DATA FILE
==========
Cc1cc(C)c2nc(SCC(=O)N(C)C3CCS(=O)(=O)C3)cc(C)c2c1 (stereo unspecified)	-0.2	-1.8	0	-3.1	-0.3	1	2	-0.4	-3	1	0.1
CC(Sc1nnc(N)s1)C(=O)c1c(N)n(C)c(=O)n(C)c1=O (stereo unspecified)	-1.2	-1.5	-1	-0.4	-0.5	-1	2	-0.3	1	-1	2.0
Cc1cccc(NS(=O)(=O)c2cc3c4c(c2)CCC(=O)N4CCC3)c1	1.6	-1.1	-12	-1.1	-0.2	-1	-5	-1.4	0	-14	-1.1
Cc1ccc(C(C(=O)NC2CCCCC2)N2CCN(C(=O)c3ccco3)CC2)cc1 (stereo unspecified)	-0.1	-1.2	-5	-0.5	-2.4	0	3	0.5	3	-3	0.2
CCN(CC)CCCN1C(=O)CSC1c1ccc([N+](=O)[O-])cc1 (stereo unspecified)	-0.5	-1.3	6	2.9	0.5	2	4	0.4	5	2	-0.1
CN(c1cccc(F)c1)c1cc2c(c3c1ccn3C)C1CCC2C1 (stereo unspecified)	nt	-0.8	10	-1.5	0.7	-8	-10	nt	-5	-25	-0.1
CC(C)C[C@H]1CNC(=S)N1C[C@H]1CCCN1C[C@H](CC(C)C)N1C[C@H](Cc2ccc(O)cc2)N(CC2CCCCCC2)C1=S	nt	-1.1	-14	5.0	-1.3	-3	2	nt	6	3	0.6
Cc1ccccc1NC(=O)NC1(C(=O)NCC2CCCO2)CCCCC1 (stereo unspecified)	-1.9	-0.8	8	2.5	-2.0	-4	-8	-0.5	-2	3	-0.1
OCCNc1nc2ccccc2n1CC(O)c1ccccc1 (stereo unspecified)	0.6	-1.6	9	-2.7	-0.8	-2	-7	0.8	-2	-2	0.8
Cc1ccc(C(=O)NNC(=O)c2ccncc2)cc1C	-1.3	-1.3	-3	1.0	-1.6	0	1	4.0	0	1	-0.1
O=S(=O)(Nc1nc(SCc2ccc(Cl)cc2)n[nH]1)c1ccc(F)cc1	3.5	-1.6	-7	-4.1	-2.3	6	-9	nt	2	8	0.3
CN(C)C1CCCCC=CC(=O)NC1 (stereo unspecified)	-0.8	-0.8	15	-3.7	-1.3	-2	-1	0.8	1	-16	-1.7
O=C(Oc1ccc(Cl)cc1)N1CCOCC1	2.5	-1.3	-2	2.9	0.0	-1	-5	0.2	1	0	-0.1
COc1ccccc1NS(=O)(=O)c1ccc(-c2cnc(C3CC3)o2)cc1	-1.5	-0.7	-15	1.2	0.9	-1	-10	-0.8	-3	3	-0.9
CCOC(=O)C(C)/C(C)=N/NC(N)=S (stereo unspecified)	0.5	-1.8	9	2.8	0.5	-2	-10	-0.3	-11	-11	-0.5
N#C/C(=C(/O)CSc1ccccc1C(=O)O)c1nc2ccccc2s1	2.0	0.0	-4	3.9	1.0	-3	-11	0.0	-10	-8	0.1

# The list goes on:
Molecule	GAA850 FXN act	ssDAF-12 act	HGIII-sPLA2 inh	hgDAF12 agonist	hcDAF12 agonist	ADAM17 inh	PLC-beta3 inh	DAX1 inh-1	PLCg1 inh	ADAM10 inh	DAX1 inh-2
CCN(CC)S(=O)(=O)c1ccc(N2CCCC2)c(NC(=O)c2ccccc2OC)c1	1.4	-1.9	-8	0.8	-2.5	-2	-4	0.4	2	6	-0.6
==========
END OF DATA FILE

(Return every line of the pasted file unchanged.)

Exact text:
Cc1cc(C)c2nc(SCC(=O)N(C)C3CCS(=O)(=O)C3)cc(C)c2c1 (stereo unspecified)	-0.2	-1.8	0	-3.1	-0.3	1	2	-0.4	-3	1	0.1
CC(Sc1nnc(N)s1)C(=O)c1c(N)n(C)c(=O)n(C)c1=O (stereo unspecified)	-1.2	-1.5	-1	-0.4	-0.5	-1	2	-0.3	1	-1	2.0
Cc1cccc(NS(=O)(=O)c2cc3c4c(c2)CCC(=O)N4CCC3)c1	1.6	-1.1	-12	-1.1	-0.2	-1	-5	-1.4	0	-14	-1.1
Cc1ccc(C(C(=O)NC2CCCCC2)N2CCN(C(=O)c3ccco3)CC2)cc1 (stereo unspecified)	-0.1	-1.2	-5	-0.5	-2.4	0	3	0.5	3	-3	0.2
CCN(CC)CCCN1C(=O)CSC1c1ccc([N+](=O)[O-])cc1 (stereo unspecified)	-0.5	-1.3	6	2.9	0.5	2	4	0.4	5	2	-0.1
CN(c1cccc(F)c1)c1cc2c(c3c1ccn3C)C1CCC2C1 (stereo unspecified)	nt	-0.8	10	-1.5	0.7	-8	-10	nt	-5	-25	-0.1
CC(C)C[C@H]1CNC(=S)N1C[C@H]1CCCN1C[C@H](CC(C)C)N1C[C@H](Cc2ccc(O)cc2)N(CC2CCCCCC2)C1=S	nt	-1.1	-14	5.0	-1.3	-3	2	nt	6	3	0.6
Cc1ccccc1NC(=O)NC1(C(=O)NCC2CCCO2)CCCCC1 (stereo unspecified)	-1.9	-0.8	8	2.5	-2.0	-4	-8	-0.5	-2	3	-0.1
OCCNc1nc2ccccc2n1CC(O)c1ccccc1 (stereo unspecified)	0.6	-1.6	9	-2.7	-0.8	-2	-7	0.8	-2	-2	0.8
Cc1ccc(C(=O)NNC(=O)c2ccncc2)cc1C	-1.3	-1.3	-3	1.0	-1.6	0	1	4.0	0	1	-0.1
O=S(=O)(Nc1nc(SCc2ccc(Cl)cc2)n[nH]1)c1ccc(F)cc1	3.5	-1.6	-7	-4.1	-2.3	6	-9	nt	2	8	0.3
CN(C)C1CCCCC=CC(=O)NC1 (stereo unspecified)	-0.8	-0.8	15	-3.7	-1.3	-2	-1	0.8	1	-16	-1.7
O=C(Oc1ccc(Cl)cc1)N1CCOCC1	2.5	-1.3	-2	2.9	0.0	-1	-5	0.2	1	0	-0.1
COc1ccccc1NS(=O)(=O)c1ccc(-c2cnc(C3CC3)o2)cc1	-1.5	-0.7	-15	1.2	0.9	-1	-10	-0.8	-3	3	-0.9
CCOC(=O)C(C)/C(C)=N/NC(N)=S (stereo unspecified)	0.5	-1.8	9	2.8	0.5	-2	-10	-0.3	-11	-11	-0.5
N#C/C(=C(/O)CSc1ccccc1C(=O)O)c1nc2ccccc2s1	2.0	0.0	-4	3.9	1.0	-3	-11	0.0	-10	-8	0.1

# The list goes on:
Molecule	GAA850 FXN act	ssDAF-12 act	HGIII-sPLA2 inh	hgDAF12 agonist	hcDAF12 agonist	ADAM17 inh	PLC-beta3 inh	DAX1 inh-1	PLCg1 inh	ADAM10 inh	DAX1 inh-2
CCN(CC)S(=O)(=O)c1ccc(N2CCCC2)c(NC(=O)c2ccccc2OC)c1	1.4	-1.9	-8	0.8	-2.5	-2	-4	0.4	2	6	-0.6